Gozo – Malta’s Little Sister. Sister Act
Through storms, sunshine and architectural remnants of a glorious past, Ishay Govender-Ypma discovers what the Pitt-Jolies recently found in Gozo, sister island to Malta in the Maltese Archipelago– a sliver of paradise. For SAA Sawubona magazine, May 2015
Suddenly, a table flips a few centimeters into the air and rolls towards us. Sheets of rain slice at an angle and the tents around us start to collapse, but I am frozen to the spot. Chef George Borg gently tugs on my hand and pulls me away to safety. We’ve enjoyed endless sunshine to date in Gozo, the rural sister island of Malta in the Mediterranean Sea, but today, a turbulent storm (some have since called it a hurricane) strikes with no warning. There goes the lampuki pie, I think.
After a pleasant morning of wickedly-dark coffee and pastizi pastries at Chef George’s favourite café in capital city Victoria in Gozo, and a tour of a terraced farming tenement, we venture to Ta’Mena. This family-run estate regularly hosts wine tastings and private outdoor cooking classes. The weather, it seems, refuses to be overshadowed by visiting superstars Angelina Jolie and Brad Pitt who are spending their honeymoon, shooting a film in Gozo at the time. First a timid spit of drizzle, then the clouds darken like curtains drawn sharply and before you can say “Knights of St John” little Gozo, pronounced Goh-t-zoh by locals, is blasted by gusts of vicious wind and icy rains. “Are you okay? This is not normal for us, I want you to know,” Chef George says in his lilting accent, fussing over me and the other rain-drenched guests. Sometimes the genuine heart of a place is best revealed when the circumstances are not brochure-perfect, I think to myself.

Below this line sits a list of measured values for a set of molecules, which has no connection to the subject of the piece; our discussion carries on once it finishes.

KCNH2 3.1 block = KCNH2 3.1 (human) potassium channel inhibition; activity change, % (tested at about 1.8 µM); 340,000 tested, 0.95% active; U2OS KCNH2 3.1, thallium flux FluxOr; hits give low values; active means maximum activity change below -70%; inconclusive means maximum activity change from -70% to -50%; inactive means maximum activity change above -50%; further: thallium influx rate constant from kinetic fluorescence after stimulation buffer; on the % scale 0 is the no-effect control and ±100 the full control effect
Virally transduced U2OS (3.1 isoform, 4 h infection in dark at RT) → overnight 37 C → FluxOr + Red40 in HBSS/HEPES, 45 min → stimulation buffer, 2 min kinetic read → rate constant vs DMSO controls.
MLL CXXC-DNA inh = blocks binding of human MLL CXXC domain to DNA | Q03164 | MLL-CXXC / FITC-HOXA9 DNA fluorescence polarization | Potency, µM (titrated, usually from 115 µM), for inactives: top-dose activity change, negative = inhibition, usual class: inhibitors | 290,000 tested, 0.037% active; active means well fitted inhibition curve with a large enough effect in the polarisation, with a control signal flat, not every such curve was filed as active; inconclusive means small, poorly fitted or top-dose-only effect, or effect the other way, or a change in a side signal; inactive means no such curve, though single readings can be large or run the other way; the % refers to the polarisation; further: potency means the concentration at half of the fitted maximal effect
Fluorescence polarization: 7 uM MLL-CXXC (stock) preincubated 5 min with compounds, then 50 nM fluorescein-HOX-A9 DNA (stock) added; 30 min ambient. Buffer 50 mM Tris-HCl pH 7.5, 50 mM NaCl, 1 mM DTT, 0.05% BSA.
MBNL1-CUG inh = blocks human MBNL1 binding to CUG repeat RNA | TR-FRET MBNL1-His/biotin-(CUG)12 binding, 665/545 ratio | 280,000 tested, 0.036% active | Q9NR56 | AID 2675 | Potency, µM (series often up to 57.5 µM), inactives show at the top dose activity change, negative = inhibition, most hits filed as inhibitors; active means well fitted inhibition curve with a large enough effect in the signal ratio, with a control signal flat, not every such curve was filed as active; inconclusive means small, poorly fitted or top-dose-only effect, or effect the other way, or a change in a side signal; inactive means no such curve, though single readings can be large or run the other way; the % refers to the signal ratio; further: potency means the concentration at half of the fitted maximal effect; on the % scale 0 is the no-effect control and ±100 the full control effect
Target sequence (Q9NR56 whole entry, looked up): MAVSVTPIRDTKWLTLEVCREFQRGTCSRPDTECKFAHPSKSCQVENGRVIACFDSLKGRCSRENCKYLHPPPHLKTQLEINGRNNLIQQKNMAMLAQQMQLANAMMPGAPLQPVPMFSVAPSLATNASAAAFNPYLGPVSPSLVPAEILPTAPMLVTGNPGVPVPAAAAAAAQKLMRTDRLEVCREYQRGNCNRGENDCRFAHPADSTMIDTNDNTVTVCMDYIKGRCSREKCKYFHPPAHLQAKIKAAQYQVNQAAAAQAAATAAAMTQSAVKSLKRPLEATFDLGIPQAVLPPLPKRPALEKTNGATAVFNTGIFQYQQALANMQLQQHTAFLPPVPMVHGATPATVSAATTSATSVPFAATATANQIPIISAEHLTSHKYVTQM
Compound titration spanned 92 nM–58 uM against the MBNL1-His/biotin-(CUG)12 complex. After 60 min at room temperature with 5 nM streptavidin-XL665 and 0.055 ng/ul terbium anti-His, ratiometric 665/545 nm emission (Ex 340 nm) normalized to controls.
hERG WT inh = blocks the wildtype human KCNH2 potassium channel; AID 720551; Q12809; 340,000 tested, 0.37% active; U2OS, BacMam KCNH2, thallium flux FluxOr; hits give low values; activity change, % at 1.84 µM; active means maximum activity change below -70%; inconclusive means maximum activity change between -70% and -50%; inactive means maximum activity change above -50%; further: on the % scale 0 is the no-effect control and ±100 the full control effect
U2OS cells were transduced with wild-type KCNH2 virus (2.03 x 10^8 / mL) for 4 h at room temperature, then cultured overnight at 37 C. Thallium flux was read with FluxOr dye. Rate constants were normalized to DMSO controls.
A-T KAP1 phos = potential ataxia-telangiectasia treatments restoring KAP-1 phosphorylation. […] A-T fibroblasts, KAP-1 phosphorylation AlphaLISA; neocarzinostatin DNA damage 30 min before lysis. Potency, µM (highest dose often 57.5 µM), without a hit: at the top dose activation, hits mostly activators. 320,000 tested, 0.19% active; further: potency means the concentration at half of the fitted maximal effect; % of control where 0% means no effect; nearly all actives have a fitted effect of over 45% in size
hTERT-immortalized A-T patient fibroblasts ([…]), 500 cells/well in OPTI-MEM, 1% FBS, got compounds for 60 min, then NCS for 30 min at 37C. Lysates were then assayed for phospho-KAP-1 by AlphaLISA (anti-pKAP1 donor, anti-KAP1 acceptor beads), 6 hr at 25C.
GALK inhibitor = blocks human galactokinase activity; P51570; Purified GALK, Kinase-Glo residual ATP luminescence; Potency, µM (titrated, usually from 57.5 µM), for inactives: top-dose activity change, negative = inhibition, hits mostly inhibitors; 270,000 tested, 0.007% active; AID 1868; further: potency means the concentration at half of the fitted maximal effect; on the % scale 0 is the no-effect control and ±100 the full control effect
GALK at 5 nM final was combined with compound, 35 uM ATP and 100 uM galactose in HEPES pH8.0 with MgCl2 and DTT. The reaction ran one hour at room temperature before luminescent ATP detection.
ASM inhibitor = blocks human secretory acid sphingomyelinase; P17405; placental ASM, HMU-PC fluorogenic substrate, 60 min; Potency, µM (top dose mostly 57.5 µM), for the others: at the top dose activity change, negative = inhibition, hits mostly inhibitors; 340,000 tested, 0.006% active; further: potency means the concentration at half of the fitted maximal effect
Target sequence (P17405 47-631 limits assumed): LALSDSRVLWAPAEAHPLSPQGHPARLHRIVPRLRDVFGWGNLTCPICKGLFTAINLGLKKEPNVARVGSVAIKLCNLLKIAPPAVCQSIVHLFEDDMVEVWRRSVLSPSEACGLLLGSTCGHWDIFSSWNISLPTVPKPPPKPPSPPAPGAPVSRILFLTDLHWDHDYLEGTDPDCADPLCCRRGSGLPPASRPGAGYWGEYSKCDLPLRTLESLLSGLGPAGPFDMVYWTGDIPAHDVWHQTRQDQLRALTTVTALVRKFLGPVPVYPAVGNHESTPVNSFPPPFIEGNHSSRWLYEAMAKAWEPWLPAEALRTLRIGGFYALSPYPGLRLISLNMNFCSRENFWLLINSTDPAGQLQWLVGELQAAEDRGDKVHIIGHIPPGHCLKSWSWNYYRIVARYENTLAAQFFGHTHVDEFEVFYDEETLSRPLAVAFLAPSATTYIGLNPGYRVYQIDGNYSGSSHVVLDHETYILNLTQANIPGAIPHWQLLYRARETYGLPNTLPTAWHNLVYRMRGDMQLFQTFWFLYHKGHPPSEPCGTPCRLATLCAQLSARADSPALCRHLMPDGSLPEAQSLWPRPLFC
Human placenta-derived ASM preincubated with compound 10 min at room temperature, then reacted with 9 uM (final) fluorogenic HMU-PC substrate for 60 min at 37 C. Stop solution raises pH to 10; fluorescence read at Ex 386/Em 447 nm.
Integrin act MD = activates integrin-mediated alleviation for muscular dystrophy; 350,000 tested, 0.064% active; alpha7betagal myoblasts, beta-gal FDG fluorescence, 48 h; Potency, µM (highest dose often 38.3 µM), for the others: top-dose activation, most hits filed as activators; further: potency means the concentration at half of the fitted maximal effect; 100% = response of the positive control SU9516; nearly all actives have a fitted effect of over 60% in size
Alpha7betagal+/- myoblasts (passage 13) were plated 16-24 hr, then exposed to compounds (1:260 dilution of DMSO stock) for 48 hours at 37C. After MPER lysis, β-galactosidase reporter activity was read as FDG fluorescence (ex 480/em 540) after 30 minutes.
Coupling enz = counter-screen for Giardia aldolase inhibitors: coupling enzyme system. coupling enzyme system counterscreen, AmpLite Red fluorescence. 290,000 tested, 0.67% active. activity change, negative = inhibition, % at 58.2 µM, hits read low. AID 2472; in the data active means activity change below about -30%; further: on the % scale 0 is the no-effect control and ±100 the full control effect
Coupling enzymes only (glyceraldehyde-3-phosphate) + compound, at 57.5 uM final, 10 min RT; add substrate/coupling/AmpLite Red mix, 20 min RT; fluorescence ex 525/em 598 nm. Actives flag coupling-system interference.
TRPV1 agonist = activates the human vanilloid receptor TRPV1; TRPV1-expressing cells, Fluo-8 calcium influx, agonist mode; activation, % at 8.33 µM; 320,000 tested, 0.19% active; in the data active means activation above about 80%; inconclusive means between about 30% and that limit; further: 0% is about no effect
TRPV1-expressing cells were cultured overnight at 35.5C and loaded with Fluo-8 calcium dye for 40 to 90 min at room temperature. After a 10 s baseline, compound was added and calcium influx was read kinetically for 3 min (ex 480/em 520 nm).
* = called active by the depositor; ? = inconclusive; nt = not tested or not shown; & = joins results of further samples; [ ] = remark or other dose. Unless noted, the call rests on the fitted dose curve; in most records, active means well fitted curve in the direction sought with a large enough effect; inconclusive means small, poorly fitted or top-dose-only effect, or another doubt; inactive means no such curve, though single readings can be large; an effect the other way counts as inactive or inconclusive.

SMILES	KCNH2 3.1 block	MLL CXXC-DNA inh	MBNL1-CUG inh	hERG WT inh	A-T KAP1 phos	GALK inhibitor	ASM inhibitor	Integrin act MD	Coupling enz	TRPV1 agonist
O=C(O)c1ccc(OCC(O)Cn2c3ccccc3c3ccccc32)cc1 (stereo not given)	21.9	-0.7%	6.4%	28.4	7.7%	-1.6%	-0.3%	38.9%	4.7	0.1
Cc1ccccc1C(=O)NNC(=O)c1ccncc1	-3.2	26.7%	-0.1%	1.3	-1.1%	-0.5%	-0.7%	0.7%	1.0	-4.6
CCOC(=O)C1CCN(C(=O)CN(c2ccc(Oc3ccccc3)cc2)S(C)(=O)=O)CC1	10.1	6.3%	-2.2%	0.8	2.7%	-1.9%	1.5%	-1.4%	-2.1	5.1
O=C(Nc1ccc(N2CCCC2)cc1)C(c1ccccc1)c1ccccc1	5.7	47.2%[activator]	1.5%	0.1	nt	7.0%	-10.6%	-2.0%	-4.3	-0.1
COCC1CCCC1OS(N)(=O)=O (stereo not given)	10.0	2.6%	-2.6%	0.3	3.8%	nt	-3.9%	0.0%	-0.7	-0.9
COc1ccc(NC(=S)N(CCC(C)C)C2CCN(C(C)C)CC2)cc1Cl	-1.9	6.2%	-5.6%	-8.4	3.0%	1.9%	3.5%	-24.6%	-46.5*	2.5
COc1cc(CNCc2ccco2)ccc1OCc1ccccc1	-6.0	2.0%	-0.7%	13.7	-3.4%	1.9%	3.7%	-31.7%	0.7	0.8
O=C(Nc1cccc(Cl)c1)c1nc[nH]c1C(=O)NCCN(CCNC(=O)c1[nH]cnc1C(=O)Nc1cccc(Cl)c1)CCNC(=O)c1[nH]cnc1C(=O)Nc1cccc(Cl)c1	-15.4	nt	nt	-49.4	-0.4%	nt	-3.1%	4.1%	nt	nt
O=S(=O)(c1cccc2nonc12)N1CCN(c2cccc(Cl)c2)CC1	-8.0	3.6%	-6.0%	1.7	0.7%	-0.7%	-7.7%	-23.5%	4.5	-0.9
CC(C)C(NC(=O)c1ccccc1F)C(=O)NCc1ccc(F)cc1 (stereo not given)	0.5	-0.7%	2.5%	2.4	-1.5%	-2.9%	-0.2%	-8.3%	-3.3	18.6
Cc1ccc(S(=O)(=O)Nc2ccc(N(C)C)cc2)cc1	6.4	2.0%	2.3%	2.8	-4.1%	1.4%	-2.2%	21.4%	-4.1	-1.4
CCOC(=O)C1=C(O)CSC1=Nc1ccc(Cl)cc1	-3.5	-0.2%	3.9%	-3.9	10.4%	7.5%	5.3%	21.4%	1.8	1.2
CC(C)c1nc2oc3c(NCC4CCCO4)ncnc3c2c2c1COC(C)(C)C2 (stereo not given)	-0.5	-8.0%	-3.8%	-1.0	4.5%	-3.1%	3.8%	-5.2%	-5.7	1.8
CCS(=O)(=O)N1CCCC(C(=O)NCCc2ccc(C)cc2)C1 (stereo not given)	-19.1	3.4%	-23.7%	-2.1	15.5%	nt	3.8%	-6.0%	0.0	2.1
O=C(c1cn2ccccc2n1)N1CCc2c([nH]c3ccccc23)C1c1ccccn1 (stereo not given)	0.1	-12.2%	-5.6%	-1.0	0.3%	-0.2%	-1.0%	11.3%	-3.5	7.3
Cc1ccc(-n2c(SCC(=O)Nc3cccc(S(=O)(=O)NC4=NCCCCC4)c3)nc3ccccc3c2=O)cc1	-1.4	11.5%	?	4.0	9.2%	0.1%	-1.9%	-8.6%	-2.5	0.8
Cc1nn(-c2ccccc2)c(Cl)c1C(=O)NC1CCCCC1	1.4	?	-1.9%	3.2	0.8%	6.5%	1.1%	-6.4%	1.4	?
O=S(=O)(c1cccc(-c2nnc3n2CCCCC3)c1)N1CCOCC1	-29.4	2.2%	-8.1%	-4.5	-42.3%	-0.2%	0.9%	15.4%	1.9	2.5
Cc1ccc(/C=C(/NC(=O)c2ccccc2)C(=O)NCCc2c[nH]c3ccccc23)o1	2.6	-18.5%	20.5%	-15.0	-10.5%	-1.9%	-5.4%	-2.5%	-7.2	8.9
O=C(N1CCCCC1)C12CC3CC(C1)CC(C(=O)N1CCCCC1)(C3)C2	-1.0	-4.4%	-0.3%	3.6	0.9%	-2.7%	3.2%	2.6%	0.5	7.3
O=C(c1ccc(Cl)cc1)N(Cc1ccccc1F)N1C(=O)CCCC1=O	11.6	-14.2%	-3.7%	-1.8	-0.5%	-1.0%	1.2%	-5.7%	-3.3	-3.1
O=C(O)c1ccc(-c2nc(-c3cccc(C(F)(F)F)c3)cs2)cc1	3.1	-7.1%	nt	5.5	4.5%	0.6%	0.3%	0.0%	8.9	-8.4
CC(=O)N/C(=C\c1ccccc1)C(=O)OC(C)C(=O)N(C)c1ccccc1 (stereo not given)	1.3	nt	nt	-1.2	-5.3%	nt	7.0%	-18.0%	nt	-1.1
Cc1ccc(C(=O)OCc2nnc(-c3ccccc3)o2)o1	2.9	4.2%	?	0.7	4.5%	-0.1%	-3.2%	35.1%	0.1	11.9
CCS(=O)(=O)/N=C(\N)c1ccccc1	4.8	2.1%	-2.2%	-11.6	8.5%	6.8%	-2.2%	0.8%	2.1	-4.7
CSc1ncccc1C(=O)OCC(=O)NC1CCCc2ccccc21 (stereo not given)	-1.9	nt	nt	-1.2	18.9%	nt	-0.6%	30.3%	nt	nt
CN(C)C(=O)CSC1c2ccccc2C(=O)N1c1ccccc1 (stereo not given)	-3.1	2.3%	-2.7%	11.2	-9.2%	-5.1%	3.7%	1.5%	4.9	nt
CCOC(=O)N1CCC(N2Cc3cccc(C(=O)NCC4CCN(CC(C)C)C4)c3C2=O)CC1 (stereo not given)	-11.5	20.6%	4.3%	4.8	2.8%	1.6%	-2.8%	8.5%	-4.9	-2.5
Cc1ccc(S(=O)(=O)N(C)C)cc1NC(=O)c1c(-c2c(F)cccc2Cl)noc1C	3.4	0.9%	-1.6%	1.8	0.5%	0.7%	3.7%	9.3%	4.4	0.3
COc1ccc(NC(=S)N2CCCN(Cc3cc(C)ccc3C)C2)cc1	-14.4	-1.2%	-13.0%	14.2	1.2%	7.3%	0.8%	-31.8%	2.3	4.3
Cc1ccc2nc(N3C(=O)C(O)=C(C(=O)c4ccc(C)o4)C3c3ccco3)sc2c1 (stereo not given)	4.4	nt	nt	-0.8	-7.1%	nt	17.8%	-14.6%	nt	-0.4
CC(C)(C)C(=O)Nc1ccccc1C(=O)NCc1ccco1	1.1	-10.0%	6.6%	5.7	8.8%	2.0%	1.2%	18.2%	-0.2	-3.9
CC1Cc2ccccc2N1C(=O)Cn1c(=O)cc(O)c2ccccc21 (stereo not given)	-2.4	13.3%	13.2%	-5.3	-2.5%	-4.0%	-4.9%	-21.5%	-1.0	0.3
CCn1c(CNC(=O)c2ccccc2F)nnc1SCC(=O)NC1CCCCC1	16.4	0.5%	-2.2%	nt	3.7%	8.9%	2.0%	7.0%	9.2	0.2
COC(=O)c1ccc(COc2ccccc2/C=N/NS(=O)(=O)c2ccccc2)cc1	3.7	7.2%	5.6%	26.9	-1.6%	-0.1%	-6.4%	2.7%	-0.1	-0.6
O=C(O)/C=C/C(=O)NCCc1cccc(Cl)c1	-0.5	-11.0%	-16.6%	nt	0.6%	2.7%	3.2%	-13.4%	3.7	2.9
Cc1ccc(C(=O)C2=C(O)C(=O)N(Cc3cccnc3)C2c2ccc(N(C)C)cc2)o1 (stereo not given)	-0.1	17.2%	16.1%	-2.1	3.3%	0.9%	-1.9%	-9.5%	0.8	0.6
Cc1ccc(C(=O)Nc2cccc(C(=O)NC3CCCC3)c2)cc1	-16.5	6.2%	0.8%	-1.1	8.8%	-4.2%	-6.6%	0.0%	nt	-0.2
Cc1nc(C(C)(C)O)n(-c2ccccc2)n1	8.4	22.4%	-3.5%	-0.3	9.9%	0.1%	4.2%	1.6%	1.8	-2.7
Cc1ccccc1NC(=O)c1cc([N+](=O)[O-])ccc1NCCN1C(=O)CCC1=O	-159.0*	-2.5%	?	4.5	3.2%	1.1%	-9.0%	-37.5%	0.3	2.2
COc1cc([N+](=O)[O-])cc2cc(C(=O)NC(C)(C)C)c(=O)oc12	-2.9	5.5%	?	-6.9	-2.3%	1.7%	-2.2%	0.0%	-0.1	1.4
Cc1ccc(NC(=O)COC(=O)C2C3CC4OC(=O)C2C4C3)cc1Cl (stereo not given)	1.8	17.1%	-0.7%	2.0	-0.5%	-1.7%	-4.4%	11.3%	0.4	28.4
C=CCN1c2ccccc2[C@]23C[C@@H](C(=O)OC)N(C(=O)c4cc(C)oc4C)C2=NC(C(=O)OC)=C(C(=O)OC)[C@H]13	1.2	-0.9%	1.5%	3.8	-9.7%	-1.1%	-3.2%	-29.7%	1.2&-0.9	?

Feasting Through the Storm
Would you believe it if I told you that I eat a full meal, and slurp not-a-few glasses of wine, through all of this? Such is the hospitality of locals, and after a week or so, staying in a farmhouse, eating at mom-and-pop taverns, taking the bus to the ancient Neolithic Ggantija temples and red-sand beaches with the Gozitans, I’m hardly surprised. Seated under the shelter of the make-shift shop selling local produce at the estate, I’m fed a lavish Gozitan platter of grilled fennel and pine nuts, warm carrot fritters, silky tomato conserve, local bread and red wine. Gozo is known for its fresh and dried sheep’s milk cheese, and a hot cheese pie follows. Chef George is about to continue the feast, but I think it wise to catch the next ferry back to Malta, where I need to be that evening. It’s important to note that the only way for most travellers to access the island of Gozo is to arrive to Malta, and ferry across.